8 Incredible Facts About Bull Sharks

These formidable fish are not nearly as simple as they might seem.

bull shark off the coast of Mozambique
A bull shark swims at the Pinnacles dive site off the coast of Mozambique.

Fiona Ayerst / Getty Images

Bull sharks are large, stout predators found in tropical and subtropical waters around the world, typically close to coastlines. Their name is reportedly inspired by their stocky appearance and blunt, rounded snout, as well as their relatively aggressive behavior.

They may lack the widespread name recognition of great whites, but bull sharks are also considered a potential threat to humans who venture into the ocean, with more than 100 historical attacks linked to their species. At the same time, however, a beach-goer is more likely to be killed by rip currents or lightning than by a bull shark (or by any other shark), and these ancient fish face far more danger from us than we do from them.

From their biological quirks to their relationship with our species, here are a few interesting facts you may not know about bull sharks.

1. Bull Sharks Out-Bite Great Whites

A bull shark bites into a tuna off the coast of Fiji.
A bull shark bites into a tuna off the coast of Fiji. Terry Moore / Stocktrek Images / Getty Images

Bull sharks mainly eat bony fish and smaller sharks, but they're opportunistic feeders, also taking prey like birds, crustaceans, dolphins, terrestrial mammals, and turtles.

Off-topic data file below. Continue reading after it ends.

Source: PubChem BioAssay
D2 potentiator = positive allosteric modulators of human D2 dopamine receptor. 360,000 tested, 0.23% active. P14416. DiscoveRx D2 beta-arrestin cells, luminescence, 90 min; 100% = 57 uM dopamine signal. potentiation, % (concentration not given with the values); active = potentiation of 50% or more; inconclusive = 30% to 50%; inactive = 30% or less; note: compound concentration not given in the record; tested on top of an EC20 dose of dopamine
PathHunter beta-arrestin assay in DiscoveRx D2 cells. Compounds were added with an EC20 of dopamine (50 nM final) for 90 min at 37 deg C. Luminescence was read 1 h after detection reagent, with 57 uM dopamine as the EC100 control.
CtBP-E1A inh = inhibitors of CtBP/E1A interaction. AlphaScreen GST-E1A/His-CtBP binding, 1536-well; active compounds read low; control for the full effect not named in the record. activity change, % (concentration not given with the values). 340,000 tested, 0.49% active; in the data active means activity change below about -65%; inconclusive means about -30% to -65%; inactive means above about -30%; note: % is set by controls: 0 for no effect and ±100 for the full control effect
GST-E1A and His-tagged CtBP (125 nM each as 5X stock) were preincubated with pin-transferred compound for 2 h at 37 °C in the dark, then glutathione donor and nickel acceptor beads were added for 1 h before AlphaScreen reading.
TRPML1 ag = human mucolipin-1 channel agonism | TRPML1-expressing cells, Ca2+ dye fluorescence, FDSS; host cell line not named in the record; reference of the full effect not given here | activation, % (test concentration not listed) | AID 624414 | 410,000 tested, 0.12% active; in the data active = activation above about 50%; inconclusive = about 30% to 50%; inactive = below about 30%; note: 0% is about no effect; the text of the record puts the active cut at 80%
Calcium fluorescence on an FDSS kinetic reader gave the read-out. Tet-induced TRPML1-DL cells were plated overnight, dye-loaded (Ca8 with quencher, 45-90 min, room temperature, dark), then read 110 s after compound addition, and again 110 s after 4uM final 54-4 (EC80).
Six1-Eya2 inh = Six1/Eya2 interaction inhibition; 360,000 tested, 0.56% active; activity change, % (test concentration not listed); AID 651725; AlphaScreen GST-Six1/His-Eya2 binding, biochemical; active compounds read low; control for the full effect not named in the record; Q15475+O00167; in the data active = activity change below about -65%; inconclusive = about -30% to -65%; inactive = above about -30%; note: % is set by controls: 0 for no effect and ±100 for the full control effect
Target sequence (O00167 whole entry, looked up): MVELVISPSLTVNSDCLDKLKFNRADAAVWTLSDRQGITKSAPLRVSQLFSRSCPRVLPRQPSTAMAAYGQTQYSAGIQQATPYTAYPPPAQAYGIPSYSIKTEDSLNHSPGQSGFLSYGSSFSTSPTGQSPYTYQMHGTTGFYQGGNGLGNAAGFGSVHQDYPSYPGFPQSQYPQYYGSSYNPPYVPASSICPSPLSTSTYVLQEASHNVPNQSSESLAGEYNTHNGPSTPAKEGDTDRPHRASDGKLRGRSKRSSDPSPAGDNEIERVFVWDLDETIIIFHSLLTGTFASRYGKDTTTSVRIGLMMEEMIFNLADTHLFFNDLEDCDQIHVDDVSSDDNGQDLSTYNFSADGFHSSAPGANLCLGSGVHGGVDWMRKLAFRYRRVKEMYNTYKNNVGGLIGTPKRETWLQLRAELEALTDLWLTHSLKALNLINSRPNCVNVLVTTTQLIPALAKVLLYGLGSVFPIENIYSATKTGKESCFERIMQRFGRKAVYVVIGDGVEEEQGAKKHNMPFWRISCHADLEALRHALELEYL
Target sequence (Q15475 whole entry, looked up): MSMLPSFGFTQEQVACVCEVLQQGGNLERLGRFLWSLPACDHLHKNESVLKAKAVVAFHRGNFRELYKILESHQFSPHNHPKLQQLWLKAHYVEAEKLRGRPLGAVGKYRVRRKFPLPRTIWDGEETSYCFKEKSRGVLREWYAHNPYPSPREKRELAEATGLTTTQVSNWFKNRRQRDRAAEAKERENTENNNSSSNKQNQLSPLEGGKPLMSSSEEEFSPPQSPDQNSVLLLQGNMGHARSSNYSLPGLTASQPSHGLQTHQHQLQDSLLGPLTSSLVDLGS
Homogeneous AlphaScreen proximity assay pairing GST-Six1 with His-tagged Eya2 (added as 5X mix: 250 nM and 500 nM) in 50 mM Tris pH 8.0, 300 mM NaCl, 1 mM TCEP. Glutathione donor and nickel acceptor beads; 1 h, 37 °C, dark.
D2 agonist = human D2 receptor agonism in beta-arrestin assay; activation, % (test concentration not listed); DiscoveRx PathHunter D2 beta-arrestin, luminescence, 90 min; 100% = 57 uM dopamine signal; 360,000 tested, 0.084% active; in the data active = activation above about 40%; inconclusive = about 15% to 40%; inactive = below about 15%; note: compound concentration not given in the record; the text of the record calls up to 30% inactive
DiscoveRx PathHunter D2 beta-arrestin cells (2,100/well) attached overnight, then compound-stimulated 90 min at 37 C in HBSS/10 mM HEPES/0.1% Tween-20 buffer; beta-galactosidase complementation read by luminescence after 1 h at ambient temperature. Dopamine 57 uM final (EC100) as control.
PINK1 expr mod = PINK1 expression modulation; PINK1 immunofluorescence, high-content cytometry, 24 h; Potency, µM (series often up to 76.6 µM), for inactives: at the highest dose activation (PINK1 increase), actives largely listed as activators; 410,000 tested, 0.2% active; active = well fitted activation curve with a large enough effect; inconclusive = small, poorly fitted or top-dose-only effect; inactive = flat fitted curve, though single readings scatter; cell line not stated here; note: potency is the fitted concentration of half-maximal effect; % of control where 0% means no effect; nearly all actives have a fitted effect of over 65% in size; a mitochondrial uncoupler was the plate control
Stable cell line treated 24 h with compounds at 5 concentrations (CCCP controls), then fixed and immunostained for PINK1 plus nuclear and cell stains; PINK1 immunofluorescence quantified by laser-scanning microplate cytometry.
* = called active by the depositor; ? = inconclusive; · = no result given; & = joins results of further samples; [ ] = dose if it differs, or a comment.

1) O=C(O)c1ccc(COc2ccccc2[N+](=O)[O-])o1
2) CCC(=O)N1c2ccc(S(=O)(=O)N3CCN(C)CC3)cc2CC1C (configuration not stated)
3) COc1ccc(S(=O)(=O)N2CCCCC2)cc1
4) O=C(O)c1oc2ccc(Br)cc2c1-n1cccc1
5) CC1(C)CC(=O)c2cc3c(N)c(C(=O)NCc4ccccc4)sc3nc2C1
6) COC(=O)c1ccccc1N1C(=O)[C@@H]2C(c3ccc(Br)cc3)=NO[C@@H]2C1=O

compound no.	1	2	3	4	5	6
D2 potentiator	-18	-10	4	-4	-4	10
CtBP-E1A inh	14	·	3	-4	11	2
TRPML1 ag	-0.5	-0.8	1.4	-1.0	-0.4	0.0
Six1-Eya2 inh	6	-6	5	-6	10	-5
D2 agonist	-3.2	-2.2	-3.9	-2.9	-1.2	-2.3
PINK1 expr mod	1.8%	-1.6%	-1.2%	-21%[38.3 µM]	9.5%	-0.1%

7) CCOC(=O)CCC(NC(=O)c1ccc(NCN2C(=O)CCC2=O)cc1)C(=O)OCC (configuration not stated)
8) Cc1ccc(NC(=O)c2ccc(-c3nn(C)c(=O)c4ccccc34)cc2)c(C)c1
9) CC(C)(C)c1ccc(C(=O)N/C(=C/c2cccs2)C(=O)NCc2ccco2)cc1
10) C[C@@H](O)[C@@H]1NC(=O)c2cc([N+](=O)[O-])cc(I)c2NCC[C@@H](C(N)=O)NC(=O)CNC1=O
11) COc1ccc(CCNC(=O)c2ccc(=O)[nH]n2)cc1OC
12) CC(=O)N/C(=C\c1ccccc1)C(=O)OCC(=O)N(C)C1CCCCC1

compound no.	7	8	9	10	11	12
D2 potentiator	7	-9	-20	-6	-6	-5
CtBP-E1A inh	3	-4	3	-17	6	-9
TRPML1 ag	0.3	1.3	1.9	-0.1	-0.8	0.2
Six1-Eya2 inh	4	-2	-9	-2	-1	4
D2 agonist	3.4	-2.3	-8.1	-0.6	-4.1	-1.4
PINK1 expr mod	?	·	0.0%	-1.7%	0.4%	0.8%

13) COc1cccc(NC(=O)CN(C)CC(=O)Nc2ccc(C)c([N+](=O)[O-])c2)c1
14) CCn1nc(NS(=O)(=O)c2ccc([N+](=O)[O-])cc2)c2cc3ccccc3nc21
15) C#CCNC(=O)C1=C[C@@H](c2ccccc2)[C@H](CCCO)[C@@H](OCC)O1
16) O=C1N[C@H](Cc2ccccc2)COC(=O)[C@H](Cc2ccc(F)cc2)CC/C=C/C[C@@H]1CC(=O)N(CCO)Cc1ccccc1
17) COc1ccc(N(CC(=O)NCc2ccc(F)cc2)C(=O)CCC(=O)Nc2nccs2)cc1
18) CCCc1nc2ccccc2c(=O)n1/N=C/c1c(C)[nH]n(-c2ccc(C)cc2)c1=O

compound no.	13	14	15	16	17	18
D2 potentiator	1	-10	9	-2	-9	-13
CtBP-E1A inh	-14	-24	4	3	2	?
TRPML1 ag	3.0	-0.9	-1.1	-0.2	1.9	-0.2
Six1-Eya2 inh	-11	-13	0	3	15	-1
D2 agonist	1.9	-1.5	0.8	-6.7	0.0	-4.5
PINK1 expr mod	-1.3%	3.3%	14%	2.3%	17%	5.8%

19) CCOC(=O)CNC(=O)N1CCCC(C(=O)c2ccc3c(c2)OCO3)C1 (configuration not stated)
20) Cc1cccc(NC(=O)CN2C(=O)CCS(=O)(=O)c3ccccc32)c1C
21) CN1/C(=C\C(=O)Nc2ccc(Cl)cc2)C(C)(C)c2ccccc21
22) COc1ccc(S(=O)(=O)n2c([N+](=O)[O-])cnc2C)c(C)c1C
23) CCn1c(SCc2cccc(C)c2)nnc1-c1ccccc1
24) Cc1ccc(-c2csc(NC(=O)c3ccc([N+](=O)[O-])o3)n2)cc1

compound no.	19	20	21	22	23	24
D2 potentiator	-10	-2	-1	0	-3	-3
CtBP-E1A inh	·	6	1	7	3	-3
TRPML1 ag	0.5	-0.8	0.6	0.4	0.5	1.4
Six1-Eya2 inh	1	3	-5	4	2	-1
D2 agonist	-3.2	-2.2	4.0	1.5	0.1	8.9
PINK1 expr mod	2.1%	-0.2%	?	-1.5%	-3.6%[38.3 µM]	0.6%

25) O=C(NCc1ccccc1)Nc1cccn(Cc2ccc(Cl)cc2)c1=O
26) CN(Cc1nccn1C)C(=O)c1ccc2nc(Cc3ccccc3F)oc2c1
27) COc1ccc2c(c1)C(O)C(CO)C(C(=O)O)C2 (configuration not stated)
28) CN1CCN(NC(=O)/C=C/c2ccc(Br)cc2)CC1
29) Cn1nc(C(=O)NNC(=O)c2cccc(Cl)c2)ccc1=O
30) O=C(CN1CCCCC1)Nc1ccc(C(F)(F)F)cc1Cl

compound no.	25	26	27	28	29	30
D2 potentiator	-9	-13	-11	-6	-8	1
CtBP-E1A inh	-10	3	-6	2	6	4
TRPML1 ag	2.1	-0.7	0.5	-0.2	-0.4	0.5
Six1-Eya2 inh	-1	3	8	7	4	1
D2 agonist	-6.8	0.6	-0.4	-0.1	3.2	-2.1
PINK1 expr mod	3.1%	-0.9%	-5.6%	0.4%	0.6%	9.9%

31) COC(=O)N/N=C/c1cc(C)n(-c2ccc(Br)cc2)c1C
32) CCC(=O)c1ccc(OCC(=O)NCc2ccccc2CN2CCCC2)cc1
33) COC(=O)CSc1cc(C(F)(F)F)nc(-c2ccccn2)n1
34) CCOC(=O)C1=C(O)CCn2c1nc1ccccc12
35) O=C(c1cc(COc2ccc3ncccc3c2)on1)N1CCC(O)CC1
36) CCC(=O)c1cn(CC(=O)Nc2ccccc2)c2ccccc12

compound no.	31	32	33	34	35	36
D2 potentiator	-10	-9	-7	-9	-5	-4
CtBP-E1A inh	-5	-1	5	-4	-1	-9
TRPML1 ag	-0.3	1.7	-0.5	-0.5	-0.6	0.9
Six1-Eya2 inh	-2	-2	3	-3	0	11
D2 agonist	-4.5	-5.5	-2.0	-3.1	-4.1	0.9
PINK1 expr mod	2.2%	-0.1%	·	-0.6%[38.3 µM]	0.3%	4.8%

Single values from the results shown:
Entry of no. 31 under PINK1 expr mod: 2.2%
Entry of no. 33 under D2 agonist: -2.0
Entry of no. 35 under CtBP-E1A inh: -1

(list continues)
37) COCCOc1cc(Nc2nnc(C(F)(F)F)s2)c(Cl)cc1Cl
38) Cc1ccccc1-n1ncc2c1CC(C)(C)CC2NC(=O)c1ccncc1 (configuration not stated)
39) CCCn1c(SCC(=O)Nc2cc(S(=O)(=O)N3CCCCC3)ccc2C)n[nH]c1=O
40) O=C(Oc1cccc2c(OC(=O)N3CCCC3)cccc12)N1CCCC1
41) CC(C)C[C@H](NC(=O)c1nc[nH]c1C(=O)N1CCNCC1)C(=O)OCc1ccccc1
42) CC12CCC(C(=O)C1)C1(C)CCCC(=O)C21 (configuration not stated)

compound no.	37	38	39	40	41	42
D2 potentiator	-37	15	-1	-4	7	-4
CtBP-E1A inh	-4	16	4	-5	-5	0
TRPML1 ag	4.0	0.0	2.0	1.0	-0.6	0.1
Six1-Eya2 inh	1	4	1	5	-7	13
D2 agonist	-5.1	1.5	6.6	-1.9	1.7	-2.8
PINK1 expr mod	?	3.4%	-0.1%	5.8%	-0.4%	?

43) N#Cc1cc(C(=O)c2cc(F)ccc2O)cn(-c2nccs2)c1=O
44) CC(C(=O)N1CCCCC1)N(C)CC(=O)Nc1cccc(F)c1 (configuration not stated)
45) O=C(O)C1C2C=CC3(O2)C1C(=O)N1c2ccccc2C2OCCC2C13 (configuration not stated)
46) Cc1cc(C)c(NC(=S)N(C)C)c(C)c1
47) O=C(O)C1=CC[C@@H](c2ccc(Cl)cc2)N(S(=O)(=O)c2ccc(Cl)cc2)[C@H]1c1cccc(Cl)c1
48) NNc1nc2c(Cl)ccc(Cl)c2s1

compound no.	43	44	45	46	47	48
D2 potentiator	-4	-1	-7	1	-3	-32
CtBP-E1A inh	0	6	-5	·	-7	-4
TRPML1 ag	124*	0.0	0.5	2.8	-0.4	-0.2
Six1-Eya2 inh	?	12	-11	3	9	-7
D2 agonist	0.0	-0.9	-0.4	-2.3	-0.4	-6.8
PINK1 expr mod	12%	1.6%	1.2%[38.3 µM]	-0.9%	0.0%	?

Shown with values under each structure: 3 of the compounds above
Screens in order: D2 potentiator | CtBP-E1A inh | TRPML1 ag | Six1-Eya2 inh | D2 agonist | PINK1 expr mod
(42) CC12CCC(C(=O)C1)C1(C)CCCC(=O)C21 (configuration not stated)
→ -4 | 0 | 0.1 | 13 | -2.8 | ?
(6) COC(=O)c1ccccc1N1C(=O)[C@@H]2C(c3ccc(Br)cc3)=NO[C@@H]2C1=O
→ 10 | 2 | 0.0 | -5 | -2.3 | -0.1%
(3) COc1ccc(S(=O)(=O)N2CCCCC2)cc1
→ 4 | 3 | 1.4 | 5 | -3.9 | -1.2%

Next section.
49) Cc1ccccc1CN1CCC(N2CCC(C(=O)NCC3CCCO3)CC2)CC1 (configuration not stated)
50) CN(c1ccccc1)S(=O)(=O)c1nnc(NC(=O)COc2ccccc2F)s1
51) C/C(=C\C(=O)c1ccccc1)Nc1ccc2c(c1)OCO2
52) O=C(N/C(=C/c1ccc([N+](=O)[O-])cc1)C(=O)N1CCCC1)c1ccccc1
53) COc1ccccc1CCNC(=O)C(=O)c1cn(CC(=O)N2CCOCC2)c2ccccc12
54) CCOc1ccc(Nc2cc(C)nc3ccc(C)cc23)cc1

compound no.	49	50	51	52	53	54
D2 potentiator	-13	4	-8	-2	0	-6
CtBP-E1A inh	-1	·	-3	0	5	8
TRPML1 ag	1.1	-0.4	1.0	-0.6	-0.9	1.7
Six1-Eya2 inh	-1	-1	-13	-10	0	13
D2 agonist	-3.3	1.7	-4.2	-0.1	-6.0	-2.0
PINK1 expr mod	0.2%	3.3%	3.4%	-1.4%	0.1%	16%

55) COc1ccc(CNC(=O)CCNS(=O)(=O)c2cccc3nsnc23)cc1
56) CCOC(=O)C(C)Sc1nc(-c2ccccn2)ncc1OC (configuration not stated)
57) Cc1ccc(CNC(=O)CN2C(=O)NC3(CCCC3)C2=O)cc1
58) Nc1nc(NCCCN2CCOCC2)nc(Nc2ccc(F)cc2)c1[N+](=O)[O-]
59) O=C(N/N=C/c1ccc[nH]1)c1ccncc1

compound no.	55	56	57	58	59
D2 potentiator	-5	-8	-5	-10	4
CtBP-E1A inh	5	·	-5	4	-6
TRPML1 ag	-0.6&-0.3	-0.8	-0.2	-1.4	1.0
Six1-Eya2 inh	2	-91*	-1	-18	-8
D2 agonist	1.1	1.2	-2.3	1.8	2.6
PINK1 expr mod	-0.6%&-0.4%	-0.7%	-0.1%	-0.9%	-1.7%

The bite force of bull sharks is among the highest of any fish, according to a 2012 study published in the journal Zoology. The species can bite with a force of 5,914 Newtons, the study found, which is more powerful than the bite of 12 other sharks and shark-like fish the researchers used for comparison — including the great white shark and the great hammerhead.

2. They Can Thrive in Freshwater or Saltwater

bull shark in shallow water
Bull sharks often gravitate toward shallow water. Rainervon Brandis / Getty Images

While most sharks are limited to marine habitats, bull sharks can live for long periods and even reproduce in either freshwater or saltwater. That's because they're capable of osmoregulation, a process in which the sharks can adjust the salt-to-water ratio in their bodies based on the water around them. Thanks to special adaptations from their excretory systems, they retain salt and produce more diluted urine while they're in freshwater, then begin to produce saltier urine again when they're back in the ocean.

3. They Can Swim Surprisingly Far Up Rivers

A bull shark swims through a river at Costa Rica's Corcovado National Park.
A bull shark swims through a river at Costa Rica's Corcovado National Park. pefcon / Getty Images

Bull sharks may generally hang out in the ocean, or at least nearby, but the species has also proven perfectly willing to venture far inland via rivers. In 1937, for example, two fishermen caught a bull shark near Alton, Illinois, some 1,750 miles (2,800 km) upriver from New Orleans. The species is also known to travel even farther up the Amazon River, with reports of bull sharks as far upstream as Iquitos, Peru, nearly 2,200 miles (3,500 km) from the ocean.

Bull sharks often reproduce in freshwater habitats and can even establish a long-term presence there. Waterways with known bull shark populations include the Brisbane River in Queensland, Australia; the Brahmaputra and Ganges rivers of eastern India; Lake Nicaragua; Lake Pontchartrain; and the Potomac River.

4. They Give Birth to Live Young

A pregnant bull shark swims off the coast of Playa del Carmen, Quintana Roo, Mexico.